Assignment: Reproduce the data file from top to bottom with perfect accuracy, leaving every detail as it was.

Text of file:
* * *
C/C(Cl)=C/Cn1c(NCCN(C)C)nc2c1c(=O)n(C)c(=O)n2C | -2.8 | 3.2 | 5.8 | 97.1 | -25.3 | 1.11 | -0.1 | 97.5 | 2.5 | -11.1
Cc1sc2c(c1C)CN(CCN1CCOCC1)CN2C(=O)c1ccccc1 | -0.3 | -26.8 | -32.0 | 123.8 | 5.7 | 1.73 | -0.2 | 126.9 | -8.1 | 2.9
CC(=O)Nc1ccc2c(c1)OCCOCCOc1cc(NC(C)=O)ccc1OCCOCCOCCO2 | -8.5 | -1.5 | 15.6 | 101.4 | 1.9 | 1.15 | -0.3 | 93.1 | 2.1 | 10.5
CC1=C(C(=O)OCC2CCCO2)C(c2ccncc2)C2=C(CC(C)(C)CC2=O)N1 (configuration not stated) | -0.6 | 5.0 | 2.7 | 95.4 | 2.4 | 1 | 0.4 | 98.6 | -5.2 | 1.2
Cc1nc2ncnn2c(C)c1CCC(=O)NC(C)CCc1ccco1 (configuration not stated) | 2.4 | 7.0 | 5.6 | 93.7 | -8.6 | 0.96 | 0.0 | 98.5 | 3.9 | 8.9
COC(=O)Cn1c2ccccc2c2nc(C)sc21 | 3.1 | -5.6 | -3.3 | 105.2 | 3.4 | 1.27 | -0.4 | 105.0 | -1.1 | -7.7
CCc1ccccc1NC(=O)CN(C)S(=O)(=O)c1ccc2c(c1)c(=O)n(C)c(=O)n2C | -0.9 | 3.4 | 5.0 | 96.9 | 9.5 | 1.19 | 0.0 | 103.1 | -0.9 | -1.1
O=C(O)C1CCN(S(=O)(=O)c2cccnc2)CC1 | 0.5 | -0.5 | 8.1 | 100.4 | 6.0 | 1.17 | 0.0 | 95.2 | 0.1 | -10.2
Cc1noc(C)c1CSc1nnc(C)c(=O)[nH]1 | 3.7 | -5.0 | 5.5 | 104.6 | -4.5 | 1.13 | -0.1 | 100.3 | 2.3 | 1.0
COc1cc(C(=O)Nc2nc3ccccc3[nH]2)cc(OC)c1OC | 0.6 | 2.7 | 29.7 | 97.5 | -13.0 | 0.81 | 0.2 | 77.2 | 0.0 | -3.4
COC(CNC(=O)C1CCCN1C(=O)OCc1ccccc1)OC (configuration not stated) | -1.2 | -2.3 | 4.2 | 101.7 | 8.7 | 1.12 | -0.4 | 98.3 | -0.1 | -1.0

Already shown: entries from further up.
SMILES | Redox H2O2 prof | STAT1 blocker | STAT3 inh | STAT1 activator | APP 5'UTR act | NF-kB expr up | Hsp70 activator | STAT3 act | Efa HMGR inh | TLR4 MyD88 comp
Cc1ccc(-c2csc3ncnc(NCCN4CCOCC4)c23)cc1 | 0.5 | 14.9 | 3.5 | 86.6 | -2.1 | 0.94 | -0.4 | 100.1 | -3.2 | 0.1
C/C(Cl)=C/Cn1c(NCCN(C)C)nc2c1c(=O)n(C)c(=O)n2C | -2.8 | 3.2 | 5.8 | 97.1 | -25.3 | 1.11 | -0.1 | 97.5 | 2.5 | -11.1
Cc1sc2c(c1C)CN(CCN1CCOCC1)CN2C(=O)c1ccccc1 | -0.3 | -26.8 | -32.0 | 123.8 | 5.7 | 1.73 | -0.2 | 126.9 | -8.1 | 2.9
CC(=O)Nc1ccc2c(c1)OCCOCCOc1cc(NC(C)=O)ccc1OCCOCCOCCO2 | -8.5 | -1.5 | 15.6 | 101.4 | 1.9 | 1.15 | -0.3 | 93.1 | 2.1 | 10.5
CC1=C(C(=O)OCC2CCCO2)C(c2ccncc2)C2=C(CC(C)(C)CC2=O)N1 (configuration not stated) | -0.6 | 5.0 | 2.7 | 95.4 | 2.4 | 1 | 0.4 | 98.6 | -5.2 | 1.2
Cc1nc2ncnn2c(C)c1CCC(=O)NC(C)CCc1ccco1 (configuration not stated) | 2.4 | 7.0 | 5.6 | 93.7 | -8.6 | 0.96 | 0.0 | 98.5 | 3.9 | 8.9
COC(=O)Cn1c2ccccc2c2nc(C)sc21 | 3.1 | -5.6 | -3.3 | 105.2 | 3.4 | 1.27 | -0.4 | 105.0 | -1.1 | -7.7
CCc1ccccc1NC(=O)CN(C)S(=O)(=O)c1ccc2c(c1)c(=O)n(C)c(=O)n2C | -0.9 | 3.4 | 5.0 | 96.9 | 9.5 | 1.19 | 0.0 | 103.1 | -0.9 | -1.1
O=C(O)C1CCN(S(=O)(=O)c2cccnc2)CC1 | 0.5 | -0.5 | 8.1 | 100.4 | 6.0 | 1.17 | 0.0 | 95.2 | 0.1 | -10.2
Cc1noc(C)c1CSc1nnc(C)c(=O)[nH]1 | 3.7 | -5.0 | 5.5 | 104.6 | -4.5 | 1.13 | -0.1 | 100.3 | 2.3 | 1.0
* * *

C/C(Cl)=C/Cn1c(NCCN(C)C)nc2c1c(=O)n(C)c(=O)n2C | -2.8 | 3.2 | 5.8 | 97.1 | -25.3 | 1.11 | -0.1 | 97.5 | 2.5 | -11.1
Cc1sc2c(c1C)CN(CCN1CCOCC1)CN2C(=O)c1ccccc1 | -0.3 | -26.8 | -32.0 | 123.8 | 5.7 | 1.73 | -0.2 | 126.9 | -8.1 | 2.9
CC(=O)Nc1ccc2c(c1)OCCOCCOc1cc(NC(C)=O)ccc1OCCOCCOCCO2 | -8.5 | -1.5 | 15.6 | 101.4 | 1.9 | 1.15 | -0.3 | 93.1 | 2.1 | 10.5
CC1=C(C(=O)OCC2CCCO2)C(c2ccncc2)C2=C(CC(C)(C)CC2=O)N1 (configuration not stated) | -0.6 | 5.0 | 2.7 | 95.4 | 2.4 | 1 | 0.4 | 98.6 | -5.2 | 1.2
Cc1nc2ncnn2c(C)c1CCC(=O)NC(C)CCc1ccco1 (configuration not stated) | 2.4 | 7.0 | 5.6 | 93.7 | -8.6 | 0.96 | 0.0 | 98.5 | 3.9 | 8.9
COC(=O)Cn1c2ccccc2c2nc(C)sc21 | 3.1 | -5.6 | -3.3 | 105.2 | 3.4 | 1.27 | -0.4 | 105.0 | -1.1 | -7.7
CCc1ccccc1NC(=O)CN(C)S(=O)(=O)c1ccc2c(c1)c(=O)n(C)c(=O)n2C | -0.9 | 3.4 | 5.0 | 96.9 | 9.5 | 1.19 | 0.0 | 103.1 | -0.9 | -1.1
O=C(O)C1CCN(S(=O)(=O)c2cccnc2)CC1 | 0.5 | -0.5 | 8.1 | 100.4 | 6.0 | 1.17 | 0.0 | 95.2 | 0.1 | -10.2
Cc1noc(C)c1CSc1nnc(C)c(=O)[nH]1 | 3.7 | -5.0 | 5.5 | 104.6 | -4.5 | 1.13 | -0.1 | 100.3 | 2.3 | 1.0
COc1cc(C(=O)Nc2nc3ccccc3[nH]2)cc(OC)c1OC | 0.6 | 2.7 | 29.7 | 97.5 | -13.0 | 0.81 | 0.2 | 77.2 | 0.0 | -3.4
COC(CNC(=O)C1CCCN1C(=O)OCc1ccccc1)OC (configuration not stated) | -1.2 | -2.3 | 4.2 | 101.7 | 8.7 | 1.12 | -0.4 | 98.3 | -0.1 | -1.0

Already shown: entries from further up.
SMILES | Redox H2O2 prof | STAT1 blocker | STAT3 inh | STAT1 activator | APP 5'UTR act | NF-kB expr up | Hsp70 activator | STAT3 act | Efa HMGR inh | TLR4 MyD88 comp
Cc1ccc(-c2csc3ncnc(NCCN4CCOCC4)c23)cc1 | 0.5 | 14.9 | 3.5 | 86.6 | -2.1 | 0.94 | -0.4 | 100.1 | -3.2 | 0.1
C/C(Cl)=C/Cn1c(NCCN(C)C)nc2c1c(=O)n(C)c(=O)n2C | -2.8 | 3.2 | 5.8 | 97.1 | -25.3 | 1.11 | -0.1 | 97.5 | 2.5 | -11.1
Cc1sc2c(c1C)CN(CCN1CCOCC1)CN2C(=O)c1ccccc1 | -0.3 | -26.8 | -32.0 | 123.8 | 5.7 | 1.73 | -0.2 | 126.9 | -8.1 | 2.9
CC(=O)Nc1ccc2c(c1)OCCOCCOc1cc(NC(C)=O)ccc1OCCOCCOCCO2 | -8.5 | -1.5 | 15.6 | 101.4 | 1.9 | 1.15 | -0.3 | 93.1 | 2.1 | 10.5
CC1=C(C(=O)OCC2CCCO2)C(c2ccncc2)C2=C(CC(C)(C)CC2=O)N1 (configuration not stated) | -0.6 | 5.0 | 2.7 | 95.4 | 2.4 | 1 | 0.4 | 98.6 | -5.2 | 1.2
Cc1nc2ncnn2c(C)c1CCC(=O)NC(C)CCc1ccco1 (configuration not stated) | 2.4 | 7.0 | 5.6 | 93.7 | -8.6 | 0.96 | 0.0 | 98.5 | 3.9 | 8.9
COC(=O)Cn1c2ccccc2c2nc(C)sc21 | 3.1 | -5.6 | -3.3 | 105.2 | 3.4 | 1.27 | -0.4 | 105.0 | -1.1 | -7.7
CCc1ccccc1NC(=O)CN(C)S(=O)(=O)c1ccc2c(c1)c(=O)n(C)c(=O)n2C | -0.9 | 3.4 | 5.0 | 96.9 | 9.5 | 1.19 | 0.0 | 103.1 | -0.9 | -1.1
O=C(O)C1CCN(S(=O)(=O)c2cccnc2)CC1 | 0.5 | -0.5 | 8.1 | 100.4 | 6.0 | 1.17 | 0.0 | 95.2 | 0.1 | -10.2
Cc1noc(C)c1CSc1nnc(C)c(=O)[nH]1 | 3.7 | -5.0 | 5.5 | 104.6 | -4.5 | 1.13 | -0.1 | 100.3 | 2.3 | 1.0